It's a simple enough question, but the answer can be elusive, especially because it depends on what kind of cranberries we're talking about: fresh, juiced or dried.
If we're talking about 100g of ordinary, raw cranberries, the carbohydrate figures according to wikipedia are as follows: dietary fibre = 4.6g; total sugars = 4.04. These figures might confuse some of us however, because as low carb dieters we are advised to subtract dietary fiber from total carbohydrates to calculate "net carbs" which is the figure we really care about (dietary fiber is a carbohydrate, but it is not digested so doesn't contribute to raising blood sugar levels).
As wikipedia lists only total sugars and not total carbohydrates, its necessary to check another reputable source to see if they list total carbs. The calorie counter at about.com gives us the following numbers for 1 cup (95g) of cranberries: dietary fiber = 4.4g; sugars = 3.8g; total carbohydrates = 11.6g. Subtracting the fiber from the total gives us 7.2g net carbs, which is low enough for us to conclude that cranberries are a low carb fruit. So far so good, except that we hardly ever eat cranberries raw, we are more likely to drink their juice or eat them dried.
If we're talking about 95g of cranberry juice, these figures from the National Agricultural Library should be interesting: dietary fiber = 0.1g; sugars = 11.49g; total carbohydrates = 11.59g, giving us net carbs of 11.49g (11.59 - 0.1). In other words, gram for gram, cranberry juice contains 1.5 times as many net carbs as raw cranberries. But how often would we drink just 95g of juice?
A typical cup holds 253g of liquid. Using a cup as our new unit of measurement gives us 7.2g net carbs for raw cranberries and a whopping 30.57g net carbs for cranberry juice! Although fundamentally cranberries are a low carb fruit, when you consider how many cranberries must be used to produce a single glass of juice, and the fact that most of the fiber is removed, its easy to see how concentrated the sugar content would be.
Now if that's not bad enough, most cranberry juice has extra sugar added to it because the pure stuff is simply too sour for most people's tastes. So unless it's a specially processed cranberry juice made with artificial sweetener, you're probably best to avoid cranberry juice on a low carb diet.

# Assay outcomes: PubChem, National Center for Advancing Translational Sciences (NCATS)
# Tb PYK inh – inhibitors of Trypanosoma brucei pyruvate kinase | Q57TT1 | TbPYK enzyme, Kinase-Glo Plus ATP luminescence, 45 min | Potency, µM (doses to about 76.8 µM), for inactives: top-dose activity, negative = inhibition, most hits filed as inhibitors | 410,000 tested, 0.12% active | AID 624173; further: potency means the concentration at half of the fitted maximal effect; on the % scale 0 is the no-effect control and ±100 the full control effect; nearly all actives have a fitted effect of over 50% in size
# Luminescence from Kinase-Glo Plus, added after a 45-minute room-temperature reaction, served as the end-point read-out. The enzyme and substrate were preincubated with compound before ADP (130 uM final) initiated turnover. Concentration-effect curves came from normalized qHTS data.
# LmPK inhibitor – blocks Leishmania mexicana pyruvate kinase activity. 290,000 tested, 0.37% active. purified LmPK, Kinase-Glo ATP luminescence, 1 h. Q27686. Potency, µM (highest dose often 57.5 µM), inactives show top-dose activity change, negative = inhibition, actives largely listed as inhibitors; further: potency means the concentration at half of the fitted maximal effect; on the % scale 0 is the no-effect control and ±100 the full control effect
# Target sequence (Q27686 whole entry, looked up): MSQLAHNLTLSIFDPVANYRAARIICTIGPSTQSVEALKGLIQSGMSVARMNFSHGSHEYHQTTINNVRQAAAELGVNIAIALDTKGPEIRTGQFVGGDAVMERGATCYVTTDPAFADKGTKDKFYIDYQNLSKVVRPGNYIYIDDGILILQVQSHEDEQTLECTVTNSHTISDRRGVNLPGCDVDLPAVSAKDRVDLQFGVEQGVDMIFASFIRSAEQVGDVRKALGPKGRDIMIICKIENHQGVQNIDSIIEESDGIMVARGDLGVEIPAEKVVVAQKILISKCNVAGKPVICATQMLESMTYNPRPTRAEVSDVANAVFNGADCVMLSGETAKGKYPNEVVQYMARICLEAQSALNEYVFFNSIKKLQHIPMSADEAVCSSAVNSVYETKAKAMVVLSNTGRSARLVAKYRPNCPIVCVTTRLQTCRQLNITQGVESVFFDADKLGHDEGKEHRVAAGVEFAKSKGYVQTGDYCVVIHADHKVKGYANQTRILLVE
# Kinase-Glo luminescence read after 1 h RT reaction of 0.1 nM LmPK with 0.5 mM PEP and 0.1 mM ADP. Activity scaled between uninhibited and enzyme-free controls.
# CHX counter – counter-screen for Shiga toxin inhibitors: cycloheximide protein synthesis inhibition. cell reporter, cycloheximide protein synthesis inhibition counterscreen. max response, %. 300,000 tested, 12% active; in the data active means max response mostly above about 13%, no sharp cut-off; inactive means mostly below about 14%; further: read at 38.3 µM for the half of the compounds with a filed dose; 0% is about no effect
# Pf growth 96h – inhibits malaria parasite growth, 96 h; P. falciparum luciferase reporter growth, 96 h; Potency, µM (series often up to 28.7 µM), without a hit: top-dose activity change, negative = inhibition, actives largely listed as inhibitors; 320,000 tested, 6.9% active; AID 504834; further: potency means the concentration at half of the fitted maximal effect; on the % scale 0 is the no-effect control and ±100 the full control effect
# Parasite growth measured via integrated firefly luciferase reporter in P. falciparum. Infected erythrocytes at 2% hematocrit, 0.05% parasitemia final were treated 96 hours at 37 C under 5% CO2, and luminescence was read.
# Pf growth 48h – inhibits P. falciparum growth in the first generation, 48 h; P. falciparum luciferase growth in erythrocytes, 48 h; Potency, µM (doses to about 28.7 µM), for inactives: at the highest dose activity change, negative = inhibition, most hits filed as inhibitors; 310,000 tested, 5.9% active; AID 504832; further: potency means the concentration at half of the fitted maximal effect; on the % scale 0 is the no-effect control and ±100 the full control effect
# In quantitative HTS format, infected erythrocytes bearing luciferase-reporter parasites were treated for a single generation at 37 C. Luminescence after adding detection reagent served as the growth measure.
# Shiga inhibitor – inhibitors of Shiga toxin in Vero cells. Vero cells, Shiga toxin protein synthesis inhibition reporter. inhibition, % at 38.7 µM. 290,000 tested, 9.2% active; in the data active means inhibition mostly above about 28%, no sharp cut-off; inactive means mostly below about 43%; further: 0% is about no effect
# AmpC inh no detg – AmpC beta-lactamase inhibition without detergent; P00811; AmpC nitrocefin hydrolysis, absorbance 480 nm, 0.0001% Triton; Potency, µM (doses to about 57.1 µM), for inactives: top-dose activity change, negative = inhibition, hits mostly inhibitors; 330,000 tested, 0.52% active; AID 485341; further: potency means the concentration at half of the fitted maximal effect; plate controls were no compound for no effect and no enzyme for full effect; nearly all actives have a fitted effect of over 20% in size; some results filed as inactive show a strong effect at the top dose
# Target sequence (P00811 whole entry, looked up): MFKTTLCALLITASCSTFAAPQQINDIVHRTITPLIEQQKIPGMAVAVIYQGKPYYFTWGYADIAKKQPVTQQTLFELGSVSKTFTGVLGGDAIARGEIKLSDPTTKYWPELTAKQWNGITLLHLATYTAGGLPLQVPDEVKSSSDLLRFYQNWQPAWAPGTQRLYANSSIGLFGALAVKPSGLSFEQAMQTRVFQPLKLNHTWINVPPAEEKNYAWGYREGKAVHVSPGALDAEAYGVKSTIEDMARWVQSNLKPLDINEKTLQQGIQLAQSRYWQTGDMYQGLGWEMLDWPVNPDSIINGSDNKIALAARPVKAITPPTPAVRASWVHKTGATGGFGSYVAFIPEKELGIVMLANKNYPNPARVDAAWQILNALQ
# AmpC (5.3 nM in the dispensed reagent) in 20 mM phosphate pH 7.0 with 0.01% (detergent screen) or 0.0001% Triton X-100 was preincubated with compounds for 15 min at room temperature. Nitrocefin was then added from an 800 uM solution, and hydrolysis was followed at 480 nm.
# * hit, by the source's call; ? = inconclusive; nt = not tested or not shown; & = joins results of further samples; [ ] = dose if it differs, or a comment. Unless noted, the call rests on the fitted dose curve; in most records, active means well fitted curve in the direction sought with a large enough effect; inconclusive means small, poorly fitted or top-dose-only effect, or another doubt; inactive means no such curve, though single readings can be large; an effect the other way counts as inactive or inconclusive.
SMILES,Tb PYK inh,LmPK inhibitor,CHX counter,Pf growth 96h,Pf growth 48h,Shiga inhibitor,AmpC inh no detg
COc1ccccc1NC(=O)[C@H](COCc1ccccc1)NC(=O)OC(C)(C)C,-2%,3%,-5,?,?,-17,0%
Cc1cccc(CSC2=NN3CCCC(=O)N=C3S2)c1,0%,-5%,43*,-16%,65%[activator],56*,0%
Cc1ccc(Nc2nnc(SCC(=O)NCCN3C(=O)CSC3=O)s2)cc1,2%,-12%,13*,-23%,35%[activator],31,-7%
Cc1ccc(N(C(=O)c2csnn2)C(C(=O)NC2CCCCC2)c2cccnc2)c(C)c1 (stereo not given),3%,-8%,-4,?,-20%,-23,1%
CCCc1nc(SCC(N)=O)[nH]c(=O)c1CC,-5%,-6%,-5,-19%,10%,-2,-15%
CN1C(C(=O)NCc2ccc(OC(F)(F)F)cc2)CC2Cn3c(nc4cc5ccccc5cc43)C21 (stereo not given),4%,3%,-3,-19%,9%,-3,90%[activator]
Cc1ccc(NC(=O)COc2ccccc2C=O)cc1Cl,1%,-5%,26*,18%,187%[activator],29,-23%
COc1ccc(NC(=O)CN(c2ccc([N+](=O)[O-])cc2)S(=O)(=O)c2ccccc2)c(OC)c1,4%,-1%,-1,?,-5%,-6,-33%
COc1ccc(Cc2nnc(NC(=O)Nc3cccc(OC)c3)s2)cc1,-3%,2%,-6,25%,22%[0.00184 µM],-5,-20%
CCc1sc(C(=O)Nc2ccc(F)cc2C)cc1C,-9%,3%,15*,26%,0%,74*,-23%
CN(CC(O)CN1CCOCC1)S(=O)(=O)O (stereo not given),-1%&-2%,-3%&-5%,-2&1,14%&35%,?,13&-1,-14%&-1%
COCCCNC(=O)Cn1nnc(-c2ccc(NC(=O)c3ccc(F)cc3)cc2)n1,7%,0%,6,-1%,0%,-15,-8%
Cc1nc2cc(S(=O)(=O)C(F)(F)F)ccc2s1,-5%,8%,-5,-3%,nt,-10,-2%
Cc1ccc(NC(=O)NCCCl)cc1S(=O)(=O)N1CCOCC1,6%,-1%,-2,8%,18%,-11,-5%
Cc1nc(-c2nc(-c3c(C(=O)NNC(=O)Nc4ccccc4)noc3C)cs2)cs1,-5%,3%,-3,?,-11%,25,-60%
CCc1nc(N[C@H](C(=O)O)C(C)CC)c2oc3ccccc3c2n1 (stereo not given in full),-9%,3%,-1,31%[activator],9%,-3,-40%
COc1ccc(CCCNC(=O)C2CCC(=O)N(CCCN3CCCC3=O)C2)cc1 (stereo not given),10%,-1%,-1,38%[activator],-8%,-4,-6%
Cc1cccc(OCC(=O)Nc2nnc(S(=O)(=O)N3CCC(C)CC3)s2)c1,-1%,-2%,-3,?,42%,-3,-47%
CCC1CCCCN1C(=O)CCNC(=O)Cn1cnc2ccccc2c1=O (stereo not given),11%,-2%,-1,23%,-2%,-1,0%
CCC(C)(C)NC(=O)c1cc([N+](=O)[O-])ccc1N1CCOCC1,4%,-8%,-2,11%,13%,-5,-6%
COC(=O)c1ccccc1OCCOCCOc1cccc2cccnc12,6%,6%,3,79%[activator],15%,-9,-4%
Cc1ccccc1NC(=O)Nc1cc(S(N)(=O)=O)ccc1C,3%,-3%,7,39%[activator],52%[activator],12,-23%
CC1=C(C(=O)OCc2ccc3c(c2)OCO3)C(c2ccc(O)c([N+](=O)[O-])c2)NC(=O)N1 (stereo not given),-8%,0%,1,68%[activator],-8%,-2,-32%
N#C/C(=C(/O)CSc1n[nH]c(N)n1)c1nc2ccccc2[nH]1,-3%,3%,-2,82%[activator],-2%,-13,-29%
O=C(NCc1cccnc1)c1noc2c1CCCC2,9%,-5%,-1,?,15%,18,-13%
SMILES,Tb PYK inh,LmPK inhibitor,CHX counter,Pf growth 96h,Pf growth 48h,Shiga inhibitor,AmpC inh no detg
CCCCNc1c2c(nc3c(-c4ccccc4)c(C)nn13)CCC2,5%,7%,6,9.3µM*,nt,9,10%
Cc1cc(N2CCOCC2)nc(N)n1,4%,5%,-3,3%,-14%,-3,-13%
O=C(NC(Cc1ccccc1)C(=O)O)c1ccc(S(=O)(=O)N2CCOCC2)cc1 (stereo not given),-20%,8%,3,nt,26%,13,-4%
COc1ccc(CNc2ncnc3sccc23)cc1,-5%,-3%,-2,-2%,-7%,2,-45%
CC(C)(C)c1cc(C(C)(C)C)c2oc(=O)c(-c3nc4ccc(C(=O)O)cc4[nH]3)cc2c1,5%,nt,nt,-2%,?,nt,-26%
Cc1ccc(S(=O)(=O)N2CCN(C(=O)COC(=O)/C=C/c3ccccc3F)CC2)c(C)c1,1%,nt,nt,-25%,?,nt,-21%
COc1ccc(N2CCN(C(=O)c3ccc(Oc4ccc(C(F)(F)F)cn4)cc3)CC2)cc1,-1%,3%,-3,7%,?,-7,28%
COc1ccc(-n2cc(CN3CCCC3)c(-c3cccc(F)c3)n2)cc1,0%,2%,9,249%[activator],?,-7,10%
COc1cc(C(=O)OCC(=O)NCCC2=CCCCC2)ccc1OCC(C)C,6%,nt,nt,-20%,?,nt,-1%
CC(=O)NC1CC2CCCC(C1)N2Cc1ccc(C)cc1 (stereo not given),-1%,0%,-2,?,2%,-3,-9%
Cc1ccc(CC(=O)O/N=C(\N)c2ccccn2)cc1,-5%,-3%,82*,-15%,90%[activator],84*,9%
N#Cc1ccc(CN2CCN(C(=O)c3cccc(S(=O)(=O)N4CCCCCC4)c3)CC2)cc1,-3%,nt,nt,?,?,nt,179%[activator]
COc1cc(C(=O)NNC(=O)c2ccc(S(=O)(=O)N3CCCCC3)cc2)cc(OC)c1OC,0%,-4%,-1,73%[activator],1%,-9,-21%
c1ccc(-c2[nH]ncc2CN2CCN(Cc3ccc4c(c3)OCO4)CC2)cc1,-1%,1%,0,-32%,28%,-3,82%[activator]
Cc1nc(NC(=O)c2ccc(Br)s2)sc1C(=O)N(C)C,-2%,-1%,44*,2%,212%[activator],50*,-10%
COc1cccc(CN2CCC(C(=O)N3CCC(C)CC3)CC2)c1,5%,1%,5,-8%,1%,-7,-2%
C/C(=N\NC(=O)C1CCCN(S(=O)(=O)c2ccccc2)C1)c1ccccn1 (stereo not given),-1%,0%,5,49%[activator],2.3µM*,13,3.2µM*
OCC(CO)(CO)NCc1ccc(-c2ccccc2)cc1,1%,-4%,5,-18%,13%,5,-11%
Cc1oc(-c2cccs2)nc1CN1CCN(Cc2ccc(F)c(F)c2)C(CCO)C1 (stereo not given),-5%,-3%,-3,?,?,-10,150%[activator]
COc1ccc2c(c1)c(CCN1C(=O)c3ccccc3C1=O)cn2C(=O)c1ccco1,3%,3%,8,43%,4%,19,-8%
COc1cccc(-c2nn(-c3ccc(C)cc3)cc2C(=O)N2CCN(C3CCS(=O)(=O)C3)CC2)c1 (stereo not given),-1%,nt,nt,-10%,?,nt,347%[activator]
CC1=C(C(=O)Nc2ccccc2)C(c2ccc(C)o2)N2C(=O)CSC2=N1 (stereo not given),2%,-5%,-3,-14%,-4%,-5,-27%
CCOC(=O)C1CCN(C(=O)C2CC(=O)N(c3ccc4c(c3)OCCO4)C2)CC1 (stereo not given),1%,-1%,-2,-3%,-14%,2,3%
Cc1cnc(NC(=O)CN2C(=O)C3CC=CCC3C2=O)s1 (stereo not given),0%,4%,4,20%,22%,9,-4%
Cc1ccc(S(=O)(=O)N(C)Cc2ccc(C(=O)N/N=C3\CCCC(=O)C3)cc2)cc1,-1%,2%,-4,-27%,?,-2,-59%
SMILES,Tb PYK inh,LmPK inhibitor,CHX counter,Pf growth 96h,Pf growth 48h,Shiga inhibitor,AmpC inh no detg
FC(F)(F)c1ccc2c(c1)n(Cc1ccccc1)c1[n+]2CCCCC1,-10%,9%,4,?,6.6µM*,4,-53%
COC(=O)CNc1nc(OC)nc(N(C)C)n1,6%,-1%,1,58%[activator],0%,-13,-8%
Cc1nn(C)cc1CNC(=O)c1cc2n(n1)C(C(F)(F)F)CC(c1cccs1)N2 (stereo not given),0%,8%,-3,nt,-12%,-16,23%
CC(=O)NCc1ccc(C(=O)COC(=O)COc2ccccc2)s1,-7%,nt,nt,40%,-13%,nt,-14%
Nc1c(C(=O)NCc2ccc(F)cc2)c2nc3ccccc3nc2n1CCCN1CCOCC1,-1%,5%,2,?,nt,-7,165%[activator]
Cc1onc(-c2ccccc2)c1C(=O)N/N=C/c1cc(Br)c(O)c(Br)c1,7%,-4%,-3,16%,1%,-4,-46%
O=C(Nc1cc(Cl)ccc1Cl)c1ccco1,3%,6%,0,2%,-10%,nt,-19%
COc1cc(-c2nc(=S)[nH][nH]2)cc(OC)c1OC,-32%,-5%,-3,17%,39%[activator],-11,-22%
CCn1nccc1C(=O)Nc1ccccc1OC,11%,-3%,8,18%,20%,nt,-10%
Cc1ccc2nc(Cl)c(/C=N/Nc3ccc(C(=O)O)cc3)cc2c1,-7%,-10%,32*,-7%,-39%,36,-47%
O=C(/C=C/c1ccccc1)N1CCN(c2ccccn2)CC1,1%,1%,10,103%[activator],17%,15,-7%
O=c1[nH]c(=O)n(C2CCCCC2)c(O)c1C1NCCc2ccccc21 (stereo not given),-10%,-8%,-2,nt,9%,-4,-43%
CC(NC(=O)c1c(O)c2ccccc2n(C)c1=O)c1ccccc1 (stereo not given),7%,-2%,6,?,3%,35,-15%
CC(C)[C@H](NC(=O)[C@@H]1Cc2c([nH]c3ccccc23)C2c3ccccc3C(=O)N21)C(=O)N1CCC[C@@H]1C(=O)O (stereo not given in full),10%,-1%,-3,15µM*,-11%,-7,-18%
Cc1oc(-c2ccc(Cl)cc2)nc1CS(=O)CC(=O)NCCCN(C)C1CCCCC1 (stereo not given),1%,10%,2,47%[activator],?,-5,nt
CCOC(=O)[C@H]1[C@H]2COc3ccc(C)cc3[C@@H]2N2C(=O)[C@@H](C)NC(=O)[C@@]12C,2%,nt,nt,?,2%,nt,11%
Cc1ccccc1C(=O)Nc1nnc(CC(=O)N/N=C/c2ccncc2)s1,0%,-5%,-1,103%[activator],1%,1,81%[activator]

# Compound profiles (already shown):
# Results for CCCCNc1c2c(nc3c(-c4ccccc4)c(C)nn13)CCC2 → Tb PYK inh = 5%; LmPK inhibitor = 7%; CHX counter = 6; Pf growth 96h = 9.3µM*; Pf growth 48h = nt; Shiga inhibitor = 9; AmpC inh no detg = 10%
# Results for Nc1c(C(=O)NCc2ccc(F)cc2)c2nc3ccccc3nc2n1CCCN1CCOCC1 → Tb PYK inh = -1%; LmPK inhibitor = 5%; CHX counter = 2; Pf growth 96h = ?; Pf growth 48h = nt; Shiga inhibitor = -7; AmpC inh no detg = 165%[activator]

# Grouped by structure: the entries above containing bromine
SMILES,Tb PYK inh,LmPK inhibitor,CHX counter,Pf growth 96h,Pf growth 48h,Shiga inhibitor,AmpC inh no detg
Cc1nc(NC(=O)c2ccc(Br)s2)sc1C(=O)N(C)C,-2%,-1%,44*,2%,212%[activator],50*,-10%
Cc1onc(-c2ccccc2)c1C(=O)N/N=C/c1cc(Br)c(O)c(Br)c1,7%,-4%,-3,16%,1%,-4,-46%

Finally, let's consider dried cranberries, popularly known as "craisins". Unfortunately, most commercially available craisins are loaded with sugar for the same reason cranberry juices are - plain dried cranberries are too sour for most people. The exact net carb count for a cup of dried craisins would depend on the brand because each producer has its own production process, but suffice it to say that unless they are artificially sweetened, dried cranberries are not low carb fruit.
If you're lucky enough to get a hold of dried unsweetened cranberries, the net carb count on a gram for gram basis will still be higher than for fresh ones simply because they are smaller, so you can fit more of them into 95g than you can the raw fruit.
So are cranberries a low carb fruit? In theory yes, but in practice, the answer is often no.
The other day, I received an email which asked me how many carbohydrates would be consumed on a typical day on the Medifast program. I'll tell you the answer to this question, as well as take a look at a typical daily menu and go over the amount of carbohydrates in it, in the following article.
The Amount Of Carbohydrates Consumed Each Day On Medifast: According to company guidelines, if you eat your five "Medifastmeals" each day (which the company provides) and then consume your larger "lean and green meal" (which you provide) then you should be taking in roughly between 80 to 100 grams of carbohydrates each day.
How Does The Amount Of Carbs Consumed On Medifast Compare To Other Diets Like Atkins?: This diet is considered to be a low carb / high protein one that will, over time, put your body in fat burning mode (or ketosis) because excess carbs are not available. However, you are allowed much more leeway than keto net carbs or total carbs you are on diets like Atkins, which has the optimal level at under 20 per day, which is obviously much lower.
A Look At The Carbs In A Daily Medifast Menu: So, let's now look at a typical day of foods and see, exactly what we have. Your morning cappuccino (the diet's version, of course) would come in at about 13 grams. A breakfast of the plan's oatmeal would also have 13 grams. And guess how many your mid morning shake would have? That's right. 13. A lunch of chili would yield a little more at 15. And the protein bars have more carbs than any of the other items at about 22 grams (which is why they only want you to have one per day.)
So you have now consumed five of the diet's meals exactly as you are supposed to and you are now at 76 grams of carbohydrates. And, you still have your "lean and green" meal to go. This gives you roughly 25 grams to play with for your larger meal. Now, the guidelines of the lean and green have you eating 5 - 7 ounces of lean protein and 3 servings of vegetables. So long as you chose low glycemic vegetables, you should be well within this range.
But, due to your lean and green varying every day, the amount of carbs, calories, and protein is going to vary from day to day. Since your diet meals are provided for you though, these should remain constant. So long as your follow the guidelines for the meals that you put together on your own, you should still be well within the optimal levels that are going to get you into ketosis so that you'll rapidly begin to burn fat.